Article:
Aug 1, 2012 (CIDRAP News) – Reports from three states today suggested an increase in swine-origin H3N2 influenza activity, with one human case confirmed in Hawaii and suspected human cases cited in connection with county fairs in Ohio and Indiana.
The Hawaii Department of Health (DOH) announced yesterday that a case of variant H3N2 (H2N2v) was confirmed in a Maui resident who had possible exposure to pigs.
In Ohio, state officials said preliminary test results pointed to possible H3N2v in 10 people who had contact with swine at the Butler County Fair, north of Cincinnati. Officials were awaiting further test results from the Centers for Disease Control and Prevention (CDC).
And in Indiana—where four cases of H3N2v were reported last week—both people and pigs were being tested in the wake of sickness among pigs in the swine barn at the Monroe County Fair in Bloomington, according to state officials and media reports.
The new reports come a week after the four H3N2v cases were confirmed in people who had shown pigs at the LaPorte County Fair in northwestern Indiana. Those cases raised the number of known H3N2v cases in the United States to 17 in the past year.
Surveillance flagged Hawaiian case
The Hawaiian patient sought medical attention after experiencing typical flu symptoms, the DOH said. The patient's doctor, a member of the state's flu surveillance network, sent a sample to the state laboratory for testing, and the CDC confirmed the case late last week. The patient recovered fully without hospitalization, officials said.
Noting that most of the other H3N2v cases in the past year have occurred in children and in those who work with pigs, the DOH statement said, "In this case, preliminary DOH findings suggest the latter exposure, although the investigation is ongoing in collaboration with HDOA [the Hawaii Department of Agriculture]."
"HDOA veterinarians will be taking samples to investigate the status of swine herds potentially associated with this case," State Veterinarian James Foppoli, DVM, said in the release.
Hawaii State Epidemiologist Sarah Park, MD, commented in the release, "The virus seems to be behaving as previously observed in other cases, with illness similar to seasonal flu and with no sustained community transmission."
In Ohio, the investigation of possible human cases related to the Butler County Fair was announced by state officials and the Butler County Health Department. "Preliminary laboratory results on ten samples indicate similarities to the influenza virus, (H3N2)v," the announcement said. "All individuals in Butler County's investigation had direct contact with swine," but the CDC has not yet confirmed any of the cases, the agency said.
Tessie Pollock, a spokeswoman for the Ohio Department of Health, told CIDRAP News, "No one was hospitalized. Most of them recovered on their own; a couple of them needed antivirals. We're not seeing anything more severe than with cases of seasonal flu."
She declined to give information about the patients' ages.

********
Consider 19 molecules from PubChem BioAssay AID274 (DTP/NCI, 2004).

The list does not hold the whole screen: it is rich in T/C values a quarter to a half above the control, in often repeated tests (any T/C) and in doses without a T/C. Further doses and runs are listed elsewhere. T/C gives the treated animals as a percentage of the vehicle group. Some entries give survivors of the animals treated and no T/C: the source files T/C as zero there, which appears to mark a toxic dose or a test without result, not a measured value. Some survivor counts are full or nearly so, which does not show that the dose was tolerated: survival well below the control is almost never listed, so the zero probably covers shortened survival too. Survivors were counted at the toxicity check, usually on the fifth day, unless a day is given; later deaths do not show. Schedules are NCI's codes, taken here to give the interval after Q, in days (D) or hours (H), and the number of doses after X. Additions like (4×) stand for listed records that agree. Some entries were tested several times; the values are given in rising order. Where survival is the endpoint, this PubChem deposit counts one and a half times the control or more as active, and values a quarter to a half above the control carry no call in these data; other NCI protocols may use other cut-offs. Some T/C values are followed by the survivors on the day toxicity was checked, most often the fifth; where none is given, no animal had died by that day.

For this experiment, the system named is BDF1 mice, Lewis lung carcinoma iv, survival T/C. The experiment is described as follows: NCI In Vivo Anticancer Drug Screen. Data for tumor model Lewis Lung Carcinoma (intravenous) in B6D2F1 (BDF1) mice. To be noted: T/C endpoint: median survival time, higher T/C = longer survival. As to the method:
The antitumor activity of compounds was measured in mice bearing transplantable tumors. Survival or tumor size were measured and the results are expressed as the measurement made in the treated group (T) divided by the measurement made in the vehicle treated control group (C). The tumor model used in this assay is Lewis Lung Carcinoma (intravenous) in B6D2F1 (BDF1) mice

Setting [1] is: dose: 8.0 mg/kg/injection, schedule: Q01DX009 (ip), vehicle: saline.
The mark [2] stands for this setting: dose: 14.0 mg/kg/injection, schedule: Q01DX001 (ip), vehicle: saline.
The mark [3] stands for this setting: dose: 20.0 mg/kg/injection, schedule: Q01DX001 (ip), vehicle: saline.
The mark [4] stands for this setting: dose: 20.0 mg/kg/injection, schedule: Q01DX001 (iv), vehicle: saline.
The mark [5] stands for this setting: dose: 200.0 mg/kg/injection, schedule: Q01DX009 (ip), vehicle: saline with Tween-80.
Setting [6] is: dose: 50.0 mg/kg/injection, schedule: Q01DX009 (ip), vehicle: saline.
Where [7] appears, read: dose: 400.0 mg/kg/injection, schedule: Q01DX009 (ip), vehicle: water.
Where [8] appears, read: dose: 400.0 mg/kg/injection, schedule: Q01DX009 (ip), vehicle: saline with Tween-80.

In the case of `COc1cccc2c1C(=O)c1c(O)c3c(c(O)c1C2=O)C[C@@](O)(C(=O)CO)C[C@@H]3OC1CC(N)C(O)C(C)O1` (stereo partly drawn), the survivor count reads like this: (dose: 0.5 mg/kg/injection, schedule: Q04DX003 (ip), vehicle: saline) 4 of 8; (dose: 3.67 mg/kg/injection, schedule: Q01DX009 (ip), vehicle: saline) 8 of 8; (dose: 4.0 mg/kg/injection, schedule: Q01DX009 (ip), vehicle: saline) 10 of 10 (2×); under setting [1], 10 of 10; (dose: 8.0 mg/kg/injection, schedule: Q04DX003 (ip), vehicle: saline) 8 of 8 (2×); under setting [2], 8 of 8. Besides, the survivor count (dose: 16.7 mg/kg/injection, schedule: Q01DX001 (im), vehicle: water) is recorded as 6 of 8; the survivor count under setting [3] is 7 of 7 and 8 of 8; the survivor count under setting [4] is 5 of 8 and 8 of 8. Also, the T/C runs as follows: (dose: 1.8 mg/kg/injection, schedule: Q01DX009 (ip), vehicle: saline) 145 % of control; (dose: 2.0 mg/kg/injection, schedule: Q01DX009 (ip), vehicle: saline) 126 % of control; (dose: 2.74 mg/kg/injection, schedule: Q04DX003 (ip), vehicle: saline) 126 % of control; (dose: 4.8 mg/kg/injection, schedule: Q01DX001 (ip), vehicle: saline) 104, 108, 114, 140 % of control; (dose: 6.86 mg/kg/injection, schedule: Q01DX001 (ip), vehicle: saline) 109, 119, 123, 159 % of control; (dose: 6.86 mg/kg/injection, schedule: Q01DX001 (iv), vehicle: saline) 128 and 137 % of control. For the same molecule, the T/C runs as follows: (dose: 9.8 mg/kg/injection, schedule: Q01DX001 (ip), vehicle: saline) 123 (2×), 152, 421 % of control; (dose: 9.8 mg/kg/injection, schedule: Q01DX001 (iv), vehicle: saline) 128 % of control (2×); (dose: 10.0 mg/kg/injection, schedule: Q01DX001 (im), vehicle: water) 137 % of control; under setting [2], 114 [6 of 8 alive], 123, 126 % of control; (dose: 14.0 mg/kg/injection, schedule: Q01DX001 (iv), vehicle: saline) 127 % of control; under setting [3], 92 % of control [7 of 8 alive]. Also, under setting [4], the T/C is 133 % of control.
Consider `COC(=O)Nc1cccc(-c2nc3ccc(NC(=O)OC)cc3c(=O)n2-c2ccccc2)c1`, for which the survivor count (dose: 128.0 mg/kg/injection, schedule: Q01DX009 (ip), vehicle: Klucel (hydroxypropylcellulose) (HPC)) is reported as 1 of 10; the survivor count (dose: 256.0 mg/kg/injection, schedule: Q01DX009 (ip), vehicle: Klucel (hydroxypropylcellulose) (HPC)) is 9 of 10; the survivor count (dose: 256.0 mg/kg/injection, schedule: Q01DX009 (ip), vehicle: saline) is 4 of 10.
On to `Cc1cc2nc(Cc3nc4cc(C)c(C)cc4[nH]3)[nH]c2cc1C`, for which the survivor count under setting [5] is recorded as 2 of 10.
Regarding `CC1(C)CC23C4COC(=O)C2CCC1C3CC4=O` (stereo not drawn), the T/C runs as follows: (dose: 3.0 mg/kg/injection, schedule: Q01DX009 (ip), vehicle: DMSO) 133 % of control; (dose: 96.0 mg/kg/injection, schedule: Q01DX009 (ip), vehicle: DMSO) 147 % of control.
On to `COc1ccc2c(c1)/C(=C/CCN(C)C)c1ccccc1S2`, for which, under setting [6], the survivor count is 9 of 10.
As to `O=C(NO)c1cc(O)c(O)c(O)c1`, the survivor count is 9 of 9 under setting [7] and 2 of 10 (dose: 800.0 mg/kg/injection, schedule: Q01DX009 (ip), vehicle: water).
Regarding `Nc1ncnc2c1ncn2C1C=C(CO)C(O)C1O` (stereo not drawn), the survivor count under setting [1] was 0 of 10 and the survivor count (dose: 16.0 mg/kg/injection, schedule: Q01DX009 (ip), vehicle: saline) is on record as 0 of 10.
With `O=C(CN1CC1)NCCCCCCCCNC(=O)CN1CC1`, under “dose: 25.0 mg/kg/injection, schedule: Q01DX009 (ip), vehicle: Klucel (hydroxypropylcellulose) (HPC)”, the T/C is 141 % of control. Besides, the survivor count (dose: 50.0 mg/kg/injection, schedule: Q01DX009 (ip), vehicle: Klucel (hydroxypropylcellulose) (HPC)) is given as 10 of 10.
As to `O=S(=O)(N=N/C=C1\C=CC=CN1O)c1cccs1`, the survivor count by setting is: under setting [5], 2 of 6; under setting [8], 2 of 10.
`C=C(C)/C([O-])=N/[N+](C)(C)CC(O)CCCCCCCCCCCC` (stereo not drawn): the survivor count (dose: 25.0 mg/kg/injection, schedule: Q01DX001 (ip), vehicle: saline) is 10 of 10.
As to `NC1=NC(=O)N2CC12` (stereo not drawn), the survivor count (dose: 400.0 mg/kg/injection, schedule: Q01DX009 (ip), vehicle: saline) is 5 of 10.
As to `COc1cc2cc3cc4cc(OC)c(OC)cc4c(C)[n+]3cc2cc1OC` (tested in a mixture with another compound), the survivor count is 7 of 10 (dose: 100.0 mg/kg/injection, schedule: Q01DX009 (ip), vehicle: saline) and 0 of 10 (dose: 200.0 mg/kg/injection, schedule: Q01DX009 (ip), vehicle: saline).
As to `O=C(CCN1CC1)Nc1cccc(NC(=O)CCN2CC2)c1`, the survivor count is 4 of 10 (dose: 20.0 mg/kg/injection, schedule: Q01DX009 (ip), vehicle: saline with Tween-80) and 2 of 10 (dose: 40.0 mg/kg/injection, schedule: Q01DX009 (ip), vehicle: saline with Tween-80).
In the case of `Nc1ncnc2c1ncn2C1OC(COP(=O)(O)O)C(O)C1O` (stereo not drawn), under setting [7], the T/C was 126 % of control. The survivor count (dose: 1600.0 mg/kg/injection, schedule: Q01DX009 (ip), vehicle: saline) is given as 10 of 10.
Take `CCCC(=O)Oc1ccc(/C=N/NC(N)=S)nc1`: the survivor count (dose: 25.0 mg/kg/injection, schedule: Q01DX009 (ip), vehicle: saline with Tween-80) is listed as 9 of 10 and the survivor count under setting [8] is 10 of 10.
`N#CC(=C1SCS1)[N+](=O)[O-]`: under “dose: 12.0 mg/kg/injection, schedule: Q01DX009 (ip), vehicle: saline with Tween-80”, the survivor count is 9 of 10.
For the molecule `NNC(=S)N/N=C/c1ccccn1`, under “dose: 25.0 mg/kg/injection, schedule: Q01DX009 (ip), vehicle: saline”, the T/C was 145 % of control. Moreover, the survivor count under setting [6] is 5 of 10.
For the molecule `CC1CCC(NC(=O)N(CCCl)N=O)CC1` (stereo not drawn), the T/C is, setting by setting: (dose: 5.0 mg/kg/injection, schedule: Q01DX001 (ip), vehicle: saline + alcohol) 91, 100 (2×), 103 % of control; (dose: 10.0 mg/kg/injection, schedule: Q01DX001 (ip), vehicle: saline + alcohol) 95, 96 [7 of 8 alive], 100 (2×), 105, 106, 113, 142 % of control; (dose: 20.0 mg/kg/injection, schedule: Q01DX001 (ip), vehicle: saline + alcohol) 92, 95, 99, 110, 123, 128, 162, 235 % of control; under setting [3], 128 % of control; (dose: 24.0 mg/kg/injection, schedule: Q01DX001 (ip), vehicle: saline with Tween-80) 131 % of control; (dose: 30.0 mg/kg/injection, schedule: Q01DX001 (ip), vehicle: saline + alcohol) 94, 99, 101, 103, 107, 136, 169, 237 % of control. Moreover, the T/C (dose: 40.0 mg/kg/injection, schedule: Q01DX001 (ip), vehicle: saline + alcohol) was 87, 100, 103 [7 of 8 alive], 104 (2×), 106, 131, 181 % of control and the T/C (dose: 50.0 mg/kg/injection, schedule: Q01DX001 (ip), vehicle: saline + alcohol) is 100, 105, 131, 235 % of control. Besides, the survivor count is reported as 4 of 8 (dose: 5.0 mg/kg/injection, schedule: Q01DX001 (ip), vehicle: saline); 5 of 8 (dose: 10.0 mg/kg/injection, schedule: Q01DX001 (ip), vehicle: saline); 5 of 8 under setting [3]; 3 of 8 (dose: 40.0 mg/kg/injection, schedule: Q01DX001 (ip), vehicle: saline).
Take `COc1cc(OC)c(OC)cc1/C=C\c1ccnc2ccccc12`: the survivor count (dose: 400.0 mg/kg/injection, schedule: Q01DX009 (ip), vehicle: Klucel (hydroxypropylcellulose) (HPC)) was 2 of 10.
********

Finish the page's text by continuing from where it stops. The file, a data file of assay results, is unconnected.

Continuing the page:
Ohio State Veterinarian Tony Forshey, DVM, told CIDRAP News that very few pigs were sick at the fair, but random swine testing with polymerase chain reaction pointed to influenza A in some cases. The testing was done by an Ohio State University student as part of a PhD research project.
Forshey commented that the findings were "just coincidental" with the human flu-like illness cases.
He said confirmatory tests are now being done, with results expected by Friday (Aug 3). "We think it'll end up being H3N2, but we don't have that yet," he said.
Cases close county fair swine barn
In Indiana, the swine barn at the Monroe County Fair was closed yesterday because some pigs were sick, and several people who were in contact with pigs at the fair have flu-like symptoms and are being tested, according to media reports that cited state and county officials.
Ken Severson, a spokesman for the Indiana State Department of Health, said today the department is looking into the possible human cases.
Amy Thompson of the Purdue Cooperative Extension Service in Monroe County said that some children got sick after visiting the fair, "but at this point, those illnesses cannot be tied to the hog issue," according to a report from Fox59 news in Indianapolis.
Denise Derrer, spokeswoman for the Indiana State Board of Animal Health, told CIDRAP News that samples have been taken from a dozen pigs at the fair for testing at Purdue University. She said some pigs had clinical signs consistent with flu, but she wasn't sure if all the tested pigs were sick.
She said there is concern about the risk of swine flu at the Indiana State Fair in Indianapolis, which starts Friday. All the pigs brought to the fair will get temperature checks before they are unloaded from trucks, and any with a temperature of 105°F or higher will be sent home, she said.
"We want to make sure everyone has a good experience at the fair," Derrer said.
Jul 31 Hawaii press release
Aug 1 Ohio press release
Jul 25 CIDRAP News story on LaPorte County, Ind., cases